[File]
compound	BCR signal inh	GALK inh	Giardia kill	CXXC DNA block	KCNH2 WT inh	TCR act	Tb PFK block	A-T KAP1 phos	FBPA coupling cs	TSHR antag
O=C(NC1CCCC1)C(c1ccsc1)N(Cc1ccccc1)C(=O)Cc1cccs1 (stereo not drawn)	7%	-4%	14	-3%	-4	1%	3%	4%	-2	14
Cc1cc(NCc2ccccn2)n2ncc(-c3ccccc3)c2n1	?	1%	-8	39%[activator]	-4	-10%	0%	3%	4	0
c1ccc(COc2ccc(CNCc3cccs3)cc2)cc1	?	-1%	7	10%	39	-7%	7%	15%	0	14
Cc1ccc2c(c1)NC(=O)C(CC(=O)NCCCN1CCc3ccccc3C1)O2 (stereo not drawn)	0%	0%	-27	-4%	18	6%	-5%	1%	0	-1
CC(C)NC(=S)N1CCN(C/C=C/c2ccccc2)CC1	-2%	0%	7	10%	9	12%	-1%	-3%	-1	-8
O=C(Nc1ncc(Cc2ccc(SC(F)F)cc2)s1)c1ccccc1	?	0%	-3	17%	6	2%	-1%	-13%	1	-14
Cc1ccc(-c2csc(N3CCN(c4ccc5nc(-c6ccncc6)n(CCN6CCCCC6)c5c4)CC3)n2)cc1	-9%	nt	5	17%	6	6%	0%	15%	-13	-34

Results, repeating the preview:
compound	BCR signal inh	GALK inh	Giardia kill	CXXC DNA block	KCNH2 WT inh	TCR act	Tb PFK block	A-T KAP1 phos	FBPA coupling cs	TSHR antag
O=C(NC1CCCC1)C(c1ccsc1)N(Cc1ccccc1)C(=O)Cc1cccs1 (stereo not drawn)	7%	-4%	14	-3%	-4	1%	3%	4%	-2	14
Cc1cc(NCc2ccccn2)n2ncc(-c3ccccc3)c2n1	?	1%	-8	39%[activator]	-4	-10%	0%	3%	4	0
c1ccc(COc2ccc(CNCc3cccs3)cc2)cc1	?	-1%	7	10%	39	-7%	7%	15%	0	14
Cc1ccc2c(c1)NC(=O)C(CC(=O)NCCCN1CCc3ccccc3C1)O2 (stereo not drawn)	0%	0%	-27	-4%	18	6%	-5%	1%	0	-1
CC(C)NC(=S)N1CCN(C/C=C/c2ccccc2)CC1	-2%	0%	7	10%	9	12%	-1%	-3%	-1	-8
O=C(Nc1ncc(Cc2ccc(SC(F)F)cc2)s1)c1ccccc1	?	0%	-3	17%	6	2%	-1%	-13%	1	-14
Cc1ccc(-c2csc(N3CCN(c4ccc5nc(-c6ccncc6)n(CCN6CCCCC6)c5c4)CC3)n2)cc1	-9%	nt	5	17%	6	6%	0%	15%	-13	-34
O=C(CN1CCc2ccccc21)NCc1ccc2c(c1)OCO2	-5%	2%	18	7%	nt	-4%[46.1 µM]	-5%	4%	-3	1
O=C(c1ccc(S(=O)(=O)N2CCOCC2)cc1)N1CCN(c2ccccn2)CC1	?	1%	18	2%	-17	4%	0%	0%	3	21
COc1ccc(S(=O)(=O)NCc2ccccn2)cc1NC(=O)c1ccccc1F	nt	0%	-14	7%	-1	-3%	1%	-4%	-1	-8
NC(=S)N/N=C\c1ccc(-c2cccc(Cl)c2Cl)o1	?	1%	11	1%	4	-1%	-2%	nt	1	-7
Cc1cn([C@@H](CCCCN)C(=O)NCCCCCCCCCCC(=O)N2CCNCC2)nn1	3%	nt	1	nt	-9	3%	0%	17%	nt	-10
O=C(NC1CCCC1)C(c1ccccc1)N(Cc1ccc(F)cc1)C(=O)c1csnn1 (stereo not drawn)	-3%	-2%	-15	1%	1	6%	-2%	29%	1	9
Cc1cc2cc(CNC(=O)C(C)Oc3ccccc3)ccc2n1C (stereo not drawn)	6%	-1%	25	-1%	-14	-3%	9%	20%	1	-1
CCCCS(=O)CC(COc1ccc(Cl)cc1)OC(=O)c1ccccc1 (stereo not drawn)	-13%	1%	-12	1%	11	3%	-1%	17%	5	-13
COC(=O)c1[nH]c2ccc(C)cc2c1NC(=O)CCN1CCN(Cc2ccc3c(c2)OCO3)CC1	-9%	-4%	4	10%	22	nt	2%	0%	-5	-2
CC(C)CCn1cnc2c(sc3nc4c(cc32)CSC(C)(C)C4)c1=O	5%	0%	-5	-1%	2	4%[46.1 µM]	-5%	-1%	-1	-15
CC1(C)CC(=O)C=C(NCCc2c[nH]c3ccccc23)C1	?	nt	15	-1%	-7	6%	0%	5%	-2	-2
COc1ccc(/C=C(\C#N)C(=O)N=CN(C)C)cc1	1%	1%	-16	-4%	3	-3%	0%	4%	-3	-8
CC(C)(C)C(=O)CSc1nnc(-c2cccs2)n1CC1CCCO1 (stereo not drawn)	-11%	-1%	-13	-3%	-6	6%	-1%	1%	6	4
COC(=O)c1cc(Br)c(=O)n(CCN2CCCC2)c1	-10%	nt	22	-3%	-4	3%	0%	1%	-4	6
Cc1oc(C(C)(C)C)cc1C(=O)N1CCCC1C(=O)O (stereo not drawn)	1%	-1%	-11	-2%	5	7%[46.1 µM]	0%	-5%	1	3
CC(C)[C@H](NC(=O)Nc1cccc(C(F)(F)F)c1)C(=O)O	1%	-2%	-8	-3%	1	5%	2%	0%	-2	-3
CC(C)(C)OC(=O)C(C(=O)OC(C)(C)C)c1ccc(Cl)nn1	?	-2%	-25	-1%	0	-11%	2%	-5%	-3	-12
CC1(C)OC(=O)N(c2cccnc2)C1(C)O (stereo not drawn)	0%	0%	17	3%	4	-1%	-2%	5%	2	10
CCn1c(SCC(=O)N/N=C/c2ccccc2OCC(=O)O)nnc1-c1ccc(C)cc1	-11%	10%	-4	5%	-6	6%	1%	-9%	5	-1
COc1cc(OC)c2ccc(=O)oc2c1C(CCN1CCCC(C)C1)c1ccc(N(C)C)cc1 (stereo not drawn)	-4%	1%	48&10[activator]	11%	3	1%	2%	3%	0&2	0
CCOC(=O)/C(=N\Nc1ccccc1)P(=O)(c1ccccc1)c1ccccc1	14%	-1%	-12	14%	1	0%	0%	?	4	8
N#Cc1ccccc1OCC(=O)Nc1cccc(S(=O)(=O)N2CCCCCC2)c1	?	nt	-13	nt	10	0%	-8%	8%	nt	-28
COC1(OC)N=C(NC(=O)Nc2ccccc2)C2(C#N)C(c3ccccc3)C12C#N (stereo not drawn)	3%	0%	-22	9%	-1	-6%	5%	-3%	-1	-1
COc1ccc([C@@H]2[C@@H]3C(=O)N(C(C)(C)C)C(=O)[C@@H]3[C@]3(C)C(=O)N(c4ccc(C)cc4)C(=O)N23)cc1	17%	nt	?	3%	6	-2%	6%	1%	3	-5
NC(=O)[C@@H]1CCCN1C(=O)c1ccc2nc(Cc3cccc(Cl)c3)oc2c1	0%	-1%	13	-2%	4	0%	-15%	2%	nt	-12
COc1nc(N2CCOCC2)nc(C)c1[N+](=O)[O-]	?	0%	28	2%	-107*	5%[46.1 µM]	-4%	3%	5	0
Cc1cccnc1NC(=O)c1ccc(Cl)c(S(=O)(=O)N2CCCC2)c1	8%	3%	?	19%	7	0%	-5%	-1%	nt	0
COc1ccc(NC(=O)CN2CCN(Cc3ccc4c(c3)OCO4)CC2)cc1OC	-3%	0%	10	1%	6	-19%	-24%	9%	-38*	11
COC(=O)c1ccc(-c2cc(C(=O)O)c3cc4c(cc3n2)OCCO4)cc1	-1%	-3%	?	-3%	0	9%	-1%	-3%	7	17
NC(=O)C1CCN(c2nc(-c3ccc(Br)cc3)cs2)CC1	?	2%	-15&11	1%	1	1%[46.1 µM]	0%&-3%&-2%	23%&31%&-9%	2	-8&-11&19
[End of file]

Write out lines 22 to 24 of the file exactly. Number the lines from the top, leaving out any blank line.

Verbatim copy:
Cc1cn([C@@H](CCCCN)C(=O)NCCCCCCCCCCC(=O)N2CCNCC2)nn1	3%	nt	1	nt	-9	3%	0%	17%	nt	-10
O=C(NC1CCCC1)C(c1ccccc1)N(Cc1ccc(F)cc1)C(=O)c1csnn1 (stereo not drawn)	-3%	-2%	-15	1%	1	6%	-2%	29%	1	9
Cc1cc2cc(CNC(=O)C(C)Oc3ccccc3)ccc2n1C (stereo not drawn)	6%	-1%	25	-1%	-14	-3%	9%	20%	1	-1